Xinyan (‘Mia’) Tong’s process for applying and selecting a school changed a lot over the past four years. At first, she was only interested in so-called big name schools with global name-recognition. Beyond that, she was unsure. But when PWHS science teacher Mr. Warnock asked her what she wanted from her college experience, beyond prestige, she began to think about what made college important to her, personally. From that point forward, she began to look at colleges more holistically, beyond their acknowledged rank or status.
Further conversations with Mr. Warnock, Mr. Zinn and Mx. Blanchette allowed her to go deeper in her considerations and helped her identify her individual interests. The Humanities classes at PWHS, the summer Anthropology Class at Stanford University and the classes that she took at Reed College through their Young Scholars program all helped Xinyan broaden her search for the right college culture while also focusing particularly on each school’s anthropology program–her primary academic interest.
In the end, Xinyan had to choose between Wesleyan University and the University of Southern California. Both schools are academically outstanding and have much to recommend them. Wesleyan is smaller, more personal, and focused on the individual student. But the choice helped her realize that she wanted her college to be in a vibrant city. In addition, she’s grown accustomed to and appreciative of the culture at PWHS and the City of Portland. Being in an open and a liberal environment makes her feel safe, with a sense of belonging. And so location also became a priority for her in choosing the University of Southern California. She will begin at USC this Fall, studying Cultural Anthropology in their interdisciplinary Honors program.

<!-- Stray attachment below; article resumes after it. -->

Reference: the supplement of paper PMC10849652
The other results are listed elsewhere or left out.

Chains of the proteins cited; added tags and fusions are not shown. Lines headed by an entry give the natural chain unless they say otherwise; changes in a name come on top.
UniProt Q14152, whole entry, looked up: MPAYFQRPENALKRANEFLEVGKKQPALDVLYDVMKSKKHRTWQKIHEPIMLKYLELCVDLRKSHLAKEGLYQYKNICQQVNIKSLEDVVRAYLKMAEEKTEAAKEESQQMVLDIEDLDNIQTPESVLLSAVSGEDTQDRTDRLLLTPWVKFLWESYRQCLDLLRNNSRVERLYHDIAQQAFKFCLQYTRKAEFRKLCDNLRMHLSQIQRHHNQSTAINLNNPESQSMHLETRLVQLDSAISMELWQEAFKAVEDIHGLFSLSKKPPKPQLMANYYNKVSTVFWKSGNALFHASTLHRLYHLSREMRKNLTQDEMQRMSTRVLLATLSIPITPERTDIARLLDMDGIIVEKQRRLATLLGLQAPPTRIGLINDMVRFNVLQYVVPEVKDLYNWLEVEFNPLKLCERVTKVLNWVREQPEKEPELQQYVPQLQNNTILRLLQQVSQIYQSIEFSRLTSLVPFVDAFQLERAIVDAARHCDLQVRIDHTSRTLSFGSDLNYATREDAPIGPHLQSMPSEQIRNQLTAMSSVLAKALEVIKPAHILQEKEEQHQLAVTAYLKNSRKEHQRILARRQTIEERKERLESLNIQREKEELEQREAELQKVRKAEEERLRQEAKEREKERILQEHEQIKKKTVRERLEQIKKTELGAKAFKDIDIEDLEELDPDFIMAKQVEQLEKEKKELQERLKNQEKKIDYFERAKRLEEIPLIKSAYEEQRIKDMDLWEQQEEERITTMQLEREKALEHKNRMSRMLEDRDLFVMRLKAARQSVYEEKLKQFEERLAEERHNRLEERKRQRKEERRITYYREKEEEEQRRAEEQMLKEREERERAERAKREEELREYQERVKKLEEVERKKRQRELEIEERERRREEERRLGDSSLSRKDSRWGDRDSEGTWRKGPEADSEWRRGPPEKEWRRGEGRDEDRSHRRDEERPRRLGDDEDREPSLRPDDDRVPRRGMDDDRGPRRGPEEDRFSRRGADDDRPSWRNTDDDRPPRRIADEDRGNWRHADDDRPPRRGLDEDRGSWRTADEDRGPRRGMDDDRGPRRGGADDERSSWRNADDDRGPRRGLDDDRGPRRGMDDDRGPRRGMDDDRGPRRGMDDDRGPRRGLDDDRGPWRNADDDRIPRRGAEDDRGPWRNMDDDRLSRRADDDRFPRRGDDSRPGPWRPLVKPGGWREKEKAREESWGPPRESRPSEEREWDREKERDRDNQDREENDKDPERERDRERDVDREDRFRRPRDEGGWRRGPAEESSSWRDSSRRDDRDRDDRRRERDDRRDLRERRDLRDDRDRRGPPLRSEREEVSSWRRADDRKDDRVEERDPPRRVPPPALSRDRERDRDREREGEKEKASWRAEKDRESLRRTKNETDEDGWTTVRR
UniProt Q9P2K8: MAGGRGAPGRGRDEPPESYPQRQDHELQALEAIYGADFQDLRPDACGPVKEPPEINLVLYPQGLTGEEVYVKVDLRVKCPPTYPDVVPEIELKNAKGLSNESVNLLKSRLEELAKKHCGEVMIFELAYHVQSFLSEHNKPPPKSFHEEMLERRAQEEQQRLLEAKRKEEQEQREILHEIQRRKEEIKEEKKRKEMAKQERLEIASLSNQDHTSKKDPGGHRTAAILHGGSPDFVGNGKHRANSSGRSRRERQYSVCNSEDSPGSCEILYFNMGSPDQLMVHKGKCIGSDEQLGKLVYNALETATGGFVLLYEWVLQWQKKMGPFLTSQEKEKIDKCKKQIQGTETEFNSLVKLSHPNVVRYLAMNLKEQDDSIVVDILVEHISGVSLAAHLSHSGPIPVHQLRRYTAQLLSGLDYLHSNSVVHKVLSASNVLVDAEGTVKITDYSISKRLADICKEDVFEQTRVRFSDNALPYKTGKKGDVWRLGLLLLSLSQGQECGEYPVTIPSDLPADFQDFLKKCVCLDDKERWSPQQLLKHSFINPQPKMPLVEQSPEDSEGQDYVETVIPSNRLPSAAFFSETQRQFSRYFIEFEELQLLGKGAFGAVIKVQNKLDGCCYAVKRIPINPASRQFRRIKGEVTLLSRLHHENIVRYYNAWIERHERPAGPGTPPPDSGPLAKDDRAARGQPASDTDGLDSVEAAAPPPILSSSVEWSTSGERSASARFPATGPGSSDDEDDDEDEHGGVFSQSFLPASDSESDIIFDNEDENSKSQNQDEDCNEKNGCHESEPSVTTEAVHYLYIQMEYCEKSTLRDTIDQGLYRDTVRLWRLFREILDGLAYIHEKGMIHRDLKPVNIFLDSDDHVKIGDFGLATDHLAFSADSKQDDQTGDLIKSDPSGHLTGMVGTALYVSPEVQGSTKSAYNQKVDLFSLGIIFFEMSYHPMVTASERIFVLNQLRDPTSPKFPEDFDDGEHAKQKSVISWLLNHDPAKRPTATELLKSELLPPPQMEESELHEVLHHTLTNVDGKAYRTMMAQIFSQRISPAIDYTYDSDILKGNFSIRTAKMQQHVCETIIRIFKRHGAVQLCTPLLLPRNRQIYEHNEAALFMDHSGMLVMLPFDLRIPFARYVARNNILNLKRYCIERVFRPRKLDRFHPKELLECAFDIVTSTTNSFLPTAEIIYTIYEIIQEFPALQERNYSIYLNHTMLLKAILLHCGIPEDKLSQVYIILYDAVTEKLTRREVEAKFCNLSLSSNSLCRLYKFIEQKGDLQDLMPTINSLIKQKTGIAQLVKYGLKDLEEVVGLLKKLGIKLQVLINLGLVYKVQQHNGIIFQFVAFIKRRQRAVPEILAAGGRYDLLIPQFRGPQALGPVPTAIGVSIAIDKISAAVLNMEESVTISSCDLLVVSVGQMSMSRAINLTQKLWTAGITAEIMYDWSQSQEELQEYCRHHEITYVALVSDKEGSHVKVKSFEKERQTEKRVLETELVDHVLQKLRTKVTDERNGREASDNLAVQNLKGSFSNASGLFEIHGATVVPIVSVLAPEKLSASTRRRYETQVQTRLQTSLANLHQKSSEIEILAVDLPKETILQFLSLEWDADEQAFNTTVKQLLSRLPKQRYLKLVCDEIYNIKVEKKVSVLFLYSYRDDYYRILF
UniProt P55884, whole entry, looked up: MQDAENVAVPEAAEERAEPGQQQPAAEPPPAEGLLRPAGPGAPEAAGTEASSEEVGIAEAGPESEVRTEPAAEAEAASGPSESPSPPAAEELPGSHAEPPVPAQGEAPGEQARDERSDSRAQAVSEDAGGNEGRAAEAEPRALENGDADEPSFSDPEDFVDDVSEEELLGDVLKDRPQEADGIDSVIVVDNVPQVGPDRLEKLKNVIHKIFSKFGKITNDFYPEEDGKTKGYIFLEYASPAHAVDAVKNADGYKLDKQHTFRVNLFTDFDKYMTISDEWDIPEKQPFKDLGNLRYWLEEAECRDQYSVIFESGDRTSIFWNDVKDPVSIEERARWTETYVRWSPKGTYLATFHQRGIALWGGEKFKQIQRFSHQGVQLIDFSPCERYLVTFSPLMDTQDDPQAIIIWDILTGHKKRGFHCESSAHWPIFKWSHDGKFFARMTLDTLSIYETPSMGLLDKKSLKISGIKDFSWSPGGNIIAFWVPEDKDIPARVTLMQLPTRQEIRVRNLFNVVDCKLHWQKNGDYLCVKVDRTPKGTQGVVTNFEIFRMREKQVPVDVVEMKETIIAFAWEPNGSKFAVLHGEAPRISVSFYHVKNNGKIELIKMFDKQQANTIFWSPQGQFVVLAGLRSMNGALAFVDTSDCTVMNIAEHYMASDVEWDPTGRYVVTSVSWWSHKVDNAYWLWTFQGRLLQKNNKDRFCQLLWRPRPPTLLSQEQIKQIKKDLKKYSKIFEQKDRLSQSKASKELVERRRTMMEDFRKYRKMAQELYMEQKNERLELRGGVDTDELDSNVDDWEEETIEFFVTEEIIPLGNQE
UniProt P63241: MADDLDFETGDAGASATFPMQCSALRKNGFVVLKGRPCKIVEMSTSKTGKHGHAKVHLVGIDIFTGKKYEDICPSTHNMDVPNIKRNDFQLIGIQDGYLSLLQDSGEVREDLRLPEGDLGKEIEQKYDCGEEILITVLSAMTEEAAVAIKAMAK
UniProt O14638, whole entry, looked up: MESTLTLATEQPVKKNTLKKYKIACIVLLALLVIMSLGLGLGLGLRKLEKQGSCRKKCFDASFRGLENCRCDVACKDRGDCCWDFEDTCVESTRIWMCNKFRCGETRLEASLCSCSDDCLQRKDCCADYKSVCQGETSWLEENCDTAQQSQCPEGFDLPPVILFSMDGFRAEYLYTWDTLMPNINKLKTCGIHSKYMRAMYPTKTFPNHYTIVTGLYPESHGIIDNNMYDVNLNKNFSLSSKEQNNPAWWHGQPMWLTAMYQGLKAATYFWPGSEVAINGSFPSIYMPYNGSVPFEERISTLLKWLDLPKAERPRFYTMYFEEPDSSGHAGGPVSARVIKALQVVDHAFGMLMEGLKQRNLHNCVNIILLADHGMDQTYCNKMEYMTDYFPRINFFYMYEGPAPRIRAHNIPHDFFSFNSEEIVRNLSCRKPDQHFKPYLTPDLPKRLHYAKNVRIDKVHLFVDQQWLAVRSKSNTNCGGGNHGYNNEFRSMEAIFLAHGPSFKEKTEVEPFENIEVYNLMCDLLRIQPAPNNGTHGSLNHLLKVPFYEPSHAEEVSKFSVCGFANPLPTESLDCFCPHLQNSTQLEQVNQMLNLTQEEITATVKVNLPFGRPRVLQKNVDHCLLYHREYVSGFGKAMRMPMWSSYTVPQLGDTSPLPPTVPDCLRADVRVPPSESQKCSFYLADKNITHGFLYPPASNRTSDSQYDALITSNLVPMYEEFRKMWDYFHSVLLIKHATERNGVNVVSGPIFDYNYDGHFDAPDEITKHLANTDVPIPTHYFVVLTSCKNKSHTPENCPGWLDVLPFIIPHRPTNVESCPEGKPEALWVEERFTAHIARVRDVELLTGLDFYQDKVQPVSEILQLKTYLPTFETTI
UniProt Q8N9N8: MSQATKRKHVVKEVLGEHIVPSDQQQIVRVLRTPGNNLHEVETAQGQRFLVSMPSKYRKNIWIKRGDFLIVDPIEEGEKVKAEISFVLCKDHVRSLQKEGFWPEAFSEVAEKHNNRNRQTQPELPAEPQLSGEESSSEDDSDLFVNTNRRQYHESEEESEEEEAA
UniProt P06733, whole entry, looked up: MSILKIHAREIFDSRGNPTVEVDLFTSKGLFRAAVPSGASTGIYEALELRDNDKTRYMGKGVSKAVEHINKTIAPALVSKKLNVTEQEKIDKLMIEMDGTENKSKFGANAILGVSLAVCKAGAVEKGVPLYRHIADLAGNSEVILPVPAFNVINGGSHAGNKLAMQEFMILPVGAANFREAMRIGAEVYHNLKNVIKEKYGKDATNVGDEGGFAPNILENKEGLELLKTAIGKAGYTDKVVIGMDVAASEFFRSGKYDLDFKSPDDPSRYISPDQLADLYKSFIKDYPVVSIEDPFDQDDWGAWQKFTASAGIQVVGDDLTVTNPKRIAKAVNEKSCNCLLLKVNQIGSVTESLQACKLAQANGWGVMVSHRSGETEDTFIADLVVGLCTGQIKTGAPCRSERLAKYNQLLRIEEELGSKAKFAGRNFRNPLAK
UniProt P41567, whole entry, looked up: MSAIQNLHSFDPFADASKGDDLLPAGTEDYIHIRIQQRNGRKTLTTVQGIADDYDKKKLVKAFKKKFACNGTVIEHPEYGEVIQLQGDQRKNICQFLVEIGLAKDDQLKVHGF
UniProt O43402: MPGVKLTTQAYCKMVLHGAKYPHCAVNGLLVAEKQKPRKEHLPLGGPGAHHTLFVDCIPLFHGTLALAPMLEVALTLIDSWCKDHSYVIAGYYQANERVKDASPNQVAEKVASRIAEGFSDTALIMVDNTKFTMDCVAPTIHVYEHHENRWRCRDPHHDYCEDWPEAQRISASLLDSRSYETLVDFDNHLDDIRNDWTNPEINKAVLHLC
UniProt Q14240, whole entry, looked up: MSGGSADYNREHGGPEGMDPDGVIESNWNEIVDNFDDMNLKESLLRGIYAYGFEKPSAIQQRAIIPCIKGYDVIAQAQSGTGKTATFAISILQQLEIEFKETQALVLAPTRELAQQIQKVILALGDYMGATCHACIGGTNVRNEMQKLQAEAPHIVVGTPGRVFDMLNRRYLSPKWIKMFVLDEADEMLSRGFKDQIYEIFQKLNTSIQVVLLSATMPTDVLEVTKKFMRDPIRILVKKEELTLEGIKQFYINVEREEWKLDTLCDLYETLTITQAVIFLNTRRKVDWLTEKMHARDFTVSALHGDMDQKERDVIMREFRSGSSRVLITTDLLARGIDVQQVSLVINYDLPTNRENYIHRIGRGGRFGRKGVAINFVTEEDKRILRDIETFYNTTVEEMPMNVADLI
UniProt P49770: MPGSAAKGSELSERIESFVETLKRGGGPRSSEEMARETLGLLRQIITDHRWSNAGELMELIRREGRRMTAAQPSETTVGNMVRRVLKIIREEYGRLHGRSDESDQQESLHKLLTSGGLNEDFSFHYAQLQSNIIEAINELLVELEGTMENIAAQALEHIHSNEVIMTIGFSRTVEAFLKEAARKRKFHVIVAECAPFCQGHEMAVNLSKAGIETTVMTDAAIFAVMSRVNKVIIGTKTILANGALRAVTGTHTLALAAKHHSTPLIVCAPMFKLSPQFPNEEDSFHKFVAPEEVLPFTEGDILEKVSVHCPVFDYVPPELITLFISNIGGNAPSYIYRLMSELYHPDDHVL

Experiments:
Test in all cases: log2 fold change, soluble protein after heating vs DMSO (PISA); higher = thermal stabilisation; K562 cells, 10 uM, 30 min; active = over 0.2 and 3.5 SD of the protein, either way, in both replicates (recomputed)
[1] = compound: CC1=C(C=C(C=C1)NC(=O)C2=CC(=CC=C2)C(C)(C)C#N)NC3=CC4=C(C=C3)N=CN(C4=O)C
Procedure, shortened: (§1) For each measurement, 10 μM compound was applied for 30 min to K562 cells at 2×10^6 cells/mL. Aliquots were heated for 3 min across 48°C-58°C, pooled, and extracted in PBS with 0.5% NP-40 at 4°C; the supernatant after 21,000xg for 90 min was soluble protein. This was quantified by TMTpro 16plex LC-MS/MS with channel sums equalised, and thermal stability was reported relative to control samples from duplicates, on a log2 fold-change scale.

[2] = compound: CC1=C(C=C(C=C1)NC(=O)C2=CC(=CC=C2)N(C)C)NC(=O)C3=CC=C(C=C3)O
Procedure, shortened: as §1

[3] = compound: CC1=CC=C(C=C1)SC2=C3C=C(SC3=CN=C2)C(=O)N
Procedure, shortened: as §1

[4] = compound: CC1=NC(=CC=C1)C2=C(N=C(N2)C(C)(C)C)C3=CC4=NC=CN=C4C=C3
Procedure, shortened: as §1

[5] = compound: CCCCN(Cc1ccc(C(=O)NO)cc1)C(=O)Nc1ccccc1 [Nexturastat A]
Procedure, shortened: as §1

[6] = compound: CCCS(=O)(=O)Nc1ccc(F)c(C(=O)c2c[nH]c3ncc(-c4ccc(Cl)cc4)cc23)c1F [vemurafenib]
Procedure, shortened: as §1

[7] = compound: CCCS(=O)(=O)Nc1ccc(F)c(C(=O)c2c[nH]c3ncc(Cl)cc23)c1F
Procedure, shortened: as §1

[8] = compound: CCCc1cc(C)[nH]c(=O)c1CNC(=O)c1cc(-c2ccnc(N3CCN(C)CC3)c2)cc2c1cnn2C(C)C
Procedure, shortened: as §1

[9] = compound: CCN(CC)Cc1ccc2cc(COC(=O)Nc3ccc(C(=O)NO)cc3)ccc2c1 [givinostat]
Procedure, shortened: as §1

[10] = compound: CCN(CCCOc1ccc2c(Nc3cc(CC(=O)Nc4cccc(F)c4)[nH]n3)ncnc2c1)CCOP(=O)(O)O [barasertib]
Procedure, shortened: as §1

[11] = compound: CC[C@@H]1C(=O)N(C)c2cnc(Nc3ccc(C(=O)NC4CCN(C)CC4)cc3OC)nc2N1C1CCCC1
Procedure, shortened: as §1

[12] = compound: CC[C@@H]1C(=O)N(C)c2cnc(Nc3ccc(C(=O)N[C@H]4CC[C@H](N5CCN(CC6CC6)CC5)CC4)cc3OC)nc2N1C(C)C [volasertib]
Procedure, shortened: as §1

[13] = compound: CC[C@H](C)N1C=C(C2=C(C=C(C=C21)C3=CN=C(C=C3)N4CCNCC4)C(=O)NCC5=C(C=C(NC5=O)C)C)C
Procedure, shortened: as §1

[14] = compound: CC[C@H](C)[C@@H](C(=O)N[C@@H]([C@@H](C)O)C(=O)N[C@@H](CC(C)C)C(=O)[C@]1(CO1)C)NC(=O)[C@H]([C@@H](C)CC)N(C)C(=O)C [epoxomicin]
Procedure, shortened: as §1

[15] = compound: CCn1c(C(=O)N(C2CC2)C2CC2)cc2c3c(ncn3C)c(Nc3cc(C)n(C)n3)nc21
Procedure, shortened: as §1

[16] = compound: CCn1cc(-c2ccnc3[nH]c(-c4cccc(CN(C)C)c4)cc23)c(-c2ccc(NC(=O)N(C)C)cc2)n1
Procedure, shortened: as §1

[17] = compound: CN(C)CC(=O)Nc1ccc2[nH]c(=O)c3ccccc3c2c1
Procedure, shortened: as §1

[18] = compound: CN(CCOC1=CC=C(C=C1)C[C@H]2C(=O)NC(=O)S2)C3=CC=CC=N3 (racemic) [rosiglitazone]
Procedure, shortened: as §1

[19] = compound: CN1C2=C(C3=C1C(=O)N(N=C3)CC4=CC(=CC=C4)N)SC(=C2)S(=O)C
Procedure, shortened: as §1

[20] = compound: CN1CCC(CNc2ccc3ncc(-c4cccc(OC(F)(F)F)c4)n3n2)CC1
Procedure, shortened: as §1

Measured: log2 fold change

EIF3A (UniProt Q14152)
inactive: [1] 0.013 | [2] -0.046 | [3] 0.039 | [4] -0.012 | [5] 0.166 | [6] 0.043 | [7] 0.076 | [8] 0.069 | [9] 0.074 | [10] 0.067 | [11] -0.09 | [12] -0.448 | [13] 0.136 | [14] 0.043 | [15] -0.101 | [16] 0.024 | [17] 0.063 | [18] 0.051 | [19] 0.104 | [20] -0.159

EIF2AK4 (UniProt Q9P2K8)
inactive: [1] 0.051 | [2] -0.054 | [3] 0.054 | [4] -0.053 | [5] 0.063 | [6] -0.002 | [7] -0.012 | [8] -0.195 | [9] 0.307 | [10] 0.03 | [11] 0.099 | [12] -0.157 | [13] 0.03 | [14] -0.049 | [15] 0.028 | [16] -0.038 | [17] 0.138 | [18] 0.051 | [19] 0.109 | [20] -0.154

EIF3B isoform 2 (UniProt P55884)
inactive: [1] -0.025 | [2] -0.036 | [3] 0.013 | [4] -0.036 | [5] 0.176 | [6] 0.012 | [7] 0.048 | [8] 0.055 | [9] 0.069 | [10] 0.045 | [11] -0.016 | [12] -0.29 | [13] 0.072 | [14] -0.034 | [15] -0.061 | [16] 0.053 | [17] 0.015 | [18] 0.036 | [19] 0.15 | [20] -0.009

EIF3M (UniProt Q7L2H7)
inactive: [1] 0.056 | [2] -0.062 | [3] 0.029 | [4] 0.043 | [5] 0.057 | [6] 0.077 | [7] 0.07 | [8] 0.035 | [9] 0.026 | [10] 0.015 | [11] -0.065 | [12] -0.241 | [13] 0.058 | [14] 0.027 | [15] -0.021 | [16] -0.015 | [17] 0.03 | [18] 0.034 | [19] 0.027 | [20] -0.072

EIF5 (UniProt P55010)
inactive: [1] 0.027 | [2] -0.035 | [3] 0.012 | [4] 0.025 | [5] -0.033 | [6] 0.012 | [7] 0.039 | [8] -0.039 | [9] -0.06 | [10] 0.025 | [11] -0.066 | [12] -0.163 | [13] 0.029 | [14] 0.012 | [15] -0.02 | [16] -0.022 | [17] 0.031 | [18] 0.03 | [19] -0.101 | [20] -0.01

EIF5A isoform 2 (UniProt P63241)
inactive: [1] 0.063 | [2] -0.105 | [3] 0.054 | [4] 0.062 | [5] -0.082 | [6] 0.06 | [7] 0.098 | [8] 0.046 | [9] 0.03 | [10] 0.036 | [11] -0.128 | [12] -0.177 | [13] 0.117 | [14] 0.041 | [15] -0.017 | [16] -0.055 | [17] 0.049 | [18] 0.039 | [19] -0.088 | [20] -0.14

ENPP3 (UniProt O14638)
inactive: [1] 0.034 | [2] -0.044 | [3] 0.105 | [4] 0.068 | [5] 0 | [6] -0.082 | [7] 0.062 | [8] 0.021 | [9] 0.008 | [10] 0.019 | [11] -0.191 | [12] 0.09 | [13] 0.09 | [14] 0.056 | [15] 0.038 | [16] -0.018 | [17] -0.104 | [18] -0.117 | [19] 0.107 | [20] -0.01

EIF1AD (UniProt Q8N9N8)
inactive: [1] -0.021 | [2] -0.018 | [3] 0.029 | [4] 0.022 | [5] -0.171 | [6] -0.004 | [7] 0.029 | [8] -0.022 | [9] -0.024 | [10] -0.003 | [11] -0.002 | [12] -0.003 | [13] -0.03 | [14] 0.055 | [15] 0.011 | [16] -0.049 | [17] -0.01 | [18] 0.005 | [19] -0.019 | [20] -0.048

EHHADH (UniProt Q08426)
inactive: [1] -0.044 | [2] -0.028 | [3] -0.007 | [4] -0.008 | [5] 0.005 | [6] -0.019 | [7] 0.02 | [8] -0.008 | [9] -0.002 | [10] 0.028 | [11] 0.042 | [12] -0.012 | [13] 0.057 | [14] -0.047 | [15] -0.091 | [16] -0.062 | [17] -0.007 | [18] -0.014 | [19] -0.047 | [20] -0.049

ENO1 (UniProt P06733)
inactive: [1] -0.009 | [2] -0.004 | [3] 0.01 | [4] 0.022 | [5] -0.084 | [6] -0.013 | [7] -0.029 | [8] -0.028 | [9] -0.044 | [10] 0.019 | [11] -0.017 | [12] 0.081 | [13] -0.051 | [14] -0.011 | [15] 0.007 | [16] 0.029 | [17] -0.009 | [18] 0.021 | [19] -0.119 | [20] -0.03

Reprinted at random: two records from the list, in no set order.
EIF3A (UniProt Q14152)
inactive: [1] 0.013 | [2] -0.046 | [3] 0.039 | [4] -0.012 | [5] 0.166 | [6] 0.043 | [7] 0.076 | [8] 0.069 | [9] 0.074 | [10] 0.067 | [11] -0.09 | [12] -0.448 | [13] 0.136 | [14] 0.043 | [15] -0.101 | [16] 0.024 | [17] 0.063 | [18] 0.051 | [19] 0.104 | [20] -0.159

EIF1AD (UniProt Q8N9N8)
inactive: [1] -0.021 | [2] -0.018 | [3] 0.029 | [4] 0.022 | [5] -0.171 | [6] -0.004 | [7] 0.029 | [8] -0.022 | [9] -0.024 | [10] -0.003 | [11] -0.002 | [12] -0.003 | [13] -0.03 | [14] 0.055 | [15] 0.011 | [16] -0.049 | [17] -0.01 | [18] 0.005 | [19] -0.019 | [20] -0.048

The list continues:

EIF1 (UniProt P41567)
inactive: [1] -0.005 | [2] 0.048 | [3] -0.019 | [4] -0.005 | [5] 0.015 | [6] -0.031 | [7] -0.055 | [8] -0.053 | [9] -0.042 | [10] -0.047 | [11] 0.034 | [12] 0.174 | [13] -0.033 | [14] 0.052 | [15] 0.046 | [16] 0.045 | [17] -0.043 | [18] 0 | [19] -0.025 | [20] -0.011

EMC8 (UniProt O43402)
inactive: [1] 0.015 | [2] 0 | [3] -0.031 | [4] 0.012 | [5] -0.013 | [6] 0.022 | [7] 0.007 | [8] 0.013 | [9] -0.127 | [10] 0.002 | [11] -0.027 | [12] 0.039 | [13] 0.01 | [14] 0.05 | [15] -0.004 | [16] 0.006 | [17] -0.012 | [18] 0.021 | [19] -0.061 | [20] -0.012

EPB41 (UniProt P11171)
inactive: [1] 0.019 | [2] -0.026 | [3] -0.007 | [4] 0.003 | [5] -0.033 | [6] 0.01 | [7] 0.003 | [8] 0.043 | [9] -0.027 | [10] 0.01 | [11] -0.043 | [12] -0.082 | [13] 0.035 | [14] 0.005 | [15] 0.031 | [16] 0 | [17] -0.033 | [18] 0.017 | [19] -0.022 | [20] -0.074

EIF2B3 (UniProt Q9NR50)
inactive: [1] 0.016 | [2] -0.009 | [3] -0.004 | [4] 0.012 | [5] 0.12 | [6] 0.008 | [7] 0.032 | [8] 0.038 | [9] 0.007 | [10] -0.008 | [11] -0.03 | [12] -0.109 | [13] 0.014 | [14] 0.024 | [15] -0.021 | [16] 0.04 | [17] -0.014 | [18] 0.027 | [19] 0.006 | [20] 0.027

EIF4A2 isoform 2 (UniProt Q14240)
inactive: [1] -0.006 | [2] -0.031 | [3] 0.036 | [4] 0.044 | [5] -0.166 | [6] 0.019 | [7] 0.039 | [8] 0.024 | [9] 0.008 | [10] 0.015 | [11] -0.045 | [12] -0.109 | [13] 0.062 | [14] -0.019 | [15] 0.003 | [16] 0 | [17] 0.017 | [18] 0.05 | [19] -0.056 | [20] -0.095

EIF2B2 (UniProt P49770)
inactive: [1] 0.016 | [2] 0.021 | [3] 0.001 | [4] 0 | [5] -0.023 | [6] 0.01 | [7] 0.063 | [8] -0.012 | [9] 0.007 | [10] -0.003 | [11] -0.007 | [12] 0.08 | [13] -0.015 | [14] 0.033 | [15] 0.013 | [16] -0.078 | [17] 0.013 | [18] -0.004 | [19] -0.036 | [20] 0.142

Xinyan is looking forward to so much at USC: The beauty of the campus; the number and variety of classes and study abroad programs (she may want to study in Germany again); the sheer variety of learning opportunities. Xinyan wants to try everything out – dancing, fine arts & interior design, speech & debate. Recent world events have piqued her interest in politics. She hopes college will be a time of discovery, that she’ll find what she is interested in and best at, and that she’ll identify a specific career to pursue. She knows she will once again find people who will push her forward, support her, and inspire her.